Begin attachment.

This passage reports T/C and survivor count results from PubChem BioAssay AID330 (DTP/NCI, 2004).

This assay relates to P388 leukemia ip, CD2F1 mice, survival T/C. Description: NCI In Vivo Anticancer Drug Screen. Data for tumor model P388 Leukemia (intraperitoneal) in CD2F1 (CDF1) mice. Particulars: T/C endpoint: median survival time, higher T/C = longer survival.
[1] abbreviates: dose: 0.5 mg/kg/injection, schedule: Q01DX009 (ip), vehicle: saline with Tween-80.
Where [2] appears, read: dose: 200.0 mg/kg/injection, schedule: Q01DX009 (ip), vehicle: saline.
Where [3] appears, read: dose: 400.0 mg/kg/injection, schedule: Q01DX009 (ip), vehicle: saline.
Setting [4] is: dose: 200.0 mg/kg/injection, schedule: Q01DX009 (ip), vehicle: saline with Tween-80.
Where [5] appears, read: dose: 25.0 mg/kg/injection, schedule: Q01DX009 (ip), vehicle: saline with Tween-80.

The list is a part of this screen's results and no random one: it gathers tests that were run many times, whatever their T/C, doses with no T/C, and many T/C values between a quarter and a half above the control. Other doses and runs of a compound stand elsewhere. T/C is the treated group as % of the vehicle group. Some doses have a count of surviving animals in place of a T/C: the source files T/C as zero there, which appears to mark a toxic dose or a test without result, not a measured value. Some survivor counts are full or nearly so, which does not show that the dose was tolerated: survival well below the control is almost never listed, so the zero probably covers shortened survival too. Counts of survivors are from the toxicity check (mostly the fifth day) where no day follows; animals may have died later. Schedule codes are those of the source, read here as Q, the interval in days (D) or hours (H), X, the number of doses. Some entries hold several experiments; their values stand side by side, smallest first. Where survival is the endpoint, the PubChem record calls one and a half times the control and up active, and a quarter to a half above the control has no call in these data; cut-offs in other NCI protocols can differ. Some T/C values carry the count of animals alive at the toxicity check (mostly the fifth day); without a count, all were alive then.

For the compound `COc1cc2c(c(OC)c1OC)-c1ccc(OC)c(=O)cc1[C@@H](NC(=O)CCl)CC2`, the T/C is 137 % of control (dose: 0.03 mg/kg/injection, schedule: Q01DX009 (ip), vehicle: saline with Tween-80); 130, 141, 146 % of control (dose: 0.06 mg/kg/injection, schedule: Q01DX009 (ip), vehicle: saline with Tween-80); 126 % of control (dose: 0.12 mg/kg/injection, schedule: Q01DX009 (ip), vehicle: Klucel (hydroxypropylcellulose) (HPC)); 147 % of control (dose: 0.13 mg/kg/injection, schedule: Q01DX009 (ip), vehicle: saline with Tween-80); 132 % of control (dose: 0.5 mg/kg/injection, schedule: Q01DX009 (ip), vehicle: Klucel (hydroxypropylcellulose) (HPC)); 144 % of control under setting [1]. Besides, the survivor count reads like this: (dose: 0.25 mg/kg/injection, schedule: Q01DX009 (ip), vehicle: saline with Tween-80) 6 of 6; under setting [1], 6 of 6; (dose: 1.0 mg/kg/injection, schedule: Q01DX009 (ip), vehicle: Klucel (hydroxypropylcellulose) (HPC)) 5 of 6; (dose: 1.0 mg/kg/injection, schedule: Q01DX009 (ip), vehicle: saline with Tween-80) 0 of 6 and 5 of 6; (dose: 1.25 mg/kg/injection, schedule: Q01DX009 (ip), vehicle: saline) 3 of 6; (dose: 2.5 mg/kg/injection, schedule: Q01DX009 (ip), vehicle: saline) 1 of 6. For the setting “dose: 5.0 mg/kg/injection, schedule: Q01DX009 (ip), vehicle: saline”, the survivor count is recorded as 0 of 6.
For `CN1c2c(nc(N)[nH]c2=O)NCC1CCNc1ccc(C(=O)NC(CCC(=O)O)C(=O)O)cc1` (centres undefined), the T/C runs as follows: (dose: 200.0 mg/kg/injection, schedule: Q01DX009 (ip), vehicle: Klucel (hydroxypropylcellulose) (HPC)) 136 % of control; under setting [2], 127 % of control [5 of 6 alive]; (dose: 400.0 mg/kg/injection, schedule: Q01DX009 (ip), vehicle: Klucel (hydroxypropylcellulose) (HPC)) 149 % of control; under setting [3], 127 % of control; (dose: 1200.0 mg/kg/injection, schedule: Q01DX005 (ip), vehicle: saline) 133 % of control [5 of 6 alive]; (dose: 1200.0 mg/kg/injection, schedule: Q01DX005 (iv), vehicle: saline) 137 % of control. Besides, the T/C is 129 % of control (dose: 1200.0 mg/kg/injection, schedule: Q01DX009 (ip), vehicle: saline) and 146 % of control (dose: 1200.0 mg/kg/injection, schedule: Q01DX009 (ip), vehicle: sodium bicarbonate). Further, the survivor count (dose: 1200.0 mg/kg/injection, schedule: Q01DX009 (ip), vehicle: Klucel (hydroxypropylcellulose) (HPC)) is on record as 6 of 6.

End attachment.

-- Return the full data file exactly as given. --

This passage reports T/C and survivor count results from PubChem BioAssay AID330 (DTP/NCI, 2004).

This assay relates to P388 leukemia ip, CD2F1 mice, survival T/C. Description: NCI In Vivo Anticancer Drug Screen. Data for tumor model P388 Leukemia (intraperitoneal) in CD2F1 (CDF1) mice. Particulars: T/C endpoint: median survival time, higher T/C = longer survival.
[1] abbreviates: dose: 0.5 mg/kg/injection, schedule: Q01DX009 (ip), vehicle: saline with Tween-80.
Where [2] appears, read: dose: 200.0 mg/kg/injection, schedule: Q01DX009 (ip), vehicle: saline.
Where [3] appears, read: dose: 400.0 mg/kg/injection, schedule: Q01DX009 (ip), vehicle: saline.
Setting [4] is: dose: 200.0 mg/kg/injection, schedule: Q01DX009 (ip), vehicle: saline with Tween-80.
Where [5] appears, read: dose: 25.0 mg/kg/injection, schedule: Q01DX009 (ip), vehicle: saline with Tween-80.

The list is a part of this screen's results and no random one: it gathers tests that were run many times, whatever their T/C, doses with no T/C, and many T/C values between a quarter and a half above the control. Other doses and runs of a compound stand elsewhere. T/C is the treated group as % of the vehicle group. Some doses have a count of surviving animals in place of a T/C: the source files T/C as zero there, which appears to mark a toxic dose or a test without result, not a measured value. Some survivor counts are full or nearly so, which does not show that the dose was tolerated: survival well below the control is almost never listed, so the zero probably covers shortened survival too. Counts of survivors are from the toxicity check (mostly the fifth day) where no day follows; animals may have died later. Schedule codes are those of the source, read here as Q, the interval in days (D) or hours (H), X, the number of doses. Some entries hold several experiments; their values stand side by side, smallest first. Where survival is the endpoint, the PubChem record calls one and a half times the control and up active, and a quarter to a half above the control has no call in these data; cut-offs in other NCI protocols can differ. Some T/C values carry the count of animals alive at the toxicity check (mostly the fifth day); without a count, all were alive then.

For the compound `COc1cc2c(c(OC)c1OC)-c1ccc(OC)c(=O)cc1[C@@H](NC(=O)CCl)CC2`, the T/C is 137 % of control (dose: 0.03 mg/kg/injection, schedule: Q01DX009 (ip), vehicle: saline with Tween-80); 130, 141, 146 % of control (dose: 0.06 mg/kg/injection, schedule: Q01DX009 (ip), vehicle: saline with Tween-80); 126 % of control (dose: 0.12 mg/kg/injection, schedule: Q01DX009 (ip), vehicle: Klucel (hydroxypropylcellulose) (HPC)); 147 % of control (dose: 0.13 mg/kg/injection, schedule: Q01DX009 (ip), vehicle: saline with Tween-80); 132 % of control (dose: 0.5 mg/kg/injection, schedule: Q01DX009 (ip), vehicle: Klucel (hydroxypropylcellulose) (HPC)); 144 % of control under setting [1]. Besides, the survivor count reads like this: (dose: 0.25 mg/kg/injection, schedule: Q01DX009 (ip), vehicle: saline with Tween-80) 6 of 6; under setting [1], 6 of 6; (dose: 1.0 mg/kg/injection, schedule: Q01DX009 (ip), vehicle: Klucel (hydroxypropylcellulose) (HPC)) 5 of 6; (dose: 1.0 mg/kg/injection, schedule: Q01DX009 (ip), vehicle: saline with Tween-80) 0 of 6 and 5 of 6; (dose: 1.25 mg/kg/injection, schedule: Q01DX009 (ip), vehicle: saline) 3 of 6; (dose: 2.5 mg/kg/injection, schedule: Q01DX009 (ip), vehicle: saline) 1 of 6. For the setting “dose: 5.0 mg/kg/injection, schedule: Q01DX009 (ip), vehicle: saline”, the survivor count is recorded as 0 of 6.
For `CN1c2c(nc(N)[nH]c2=O)NCC1CCNc1ccc(C(=O)NC(CCC(=O)O)C(=O)O)cc1` (centres undefined), the T/C runs as follows: (dose: 200.0 mg/kg/injection, schedule: Q01DX009 (ip), vehicle: Klucel (hydroxypropylcellulose) (HPC)) 136 % of control; under setting [2], 127 % of control [5 of 6 alive]; (dose: 400.0 mg/kg/injection, schedule: Q01DX009 (ip), vehicle: Klucel (hydroxypropylcellulose) (HPC)) 149 % of control; under setting [3], 127 % of control; (dose: 1200.0 mg/kg/injection, schedule: Q01DX005 (ip), vehicle: saline) 133 % of control [5 of 6 alive]; (dose: 1200.0 mg/kg/injection, schedule: Q01DX005 (iv), vehicle: saline) 137 % of control. Besides, the T/C is 129 % of control (dose: 1200.0 mg/kg/injection, schedule: Q01DX009 (ip), vehicle: saline) and 146 % of control (dose: 1200.0 mg/kg/injection, schedule: Q01DX009 (ip), vehicle: sodium bicarbonate). Further, the survivor count (dose: 1200.0 mg/kg/injection, schedule: Q01DX009 (ip), vehicle: Klucel (hydroxypropylcellulose) (HPC)) is on record as 6 of 6.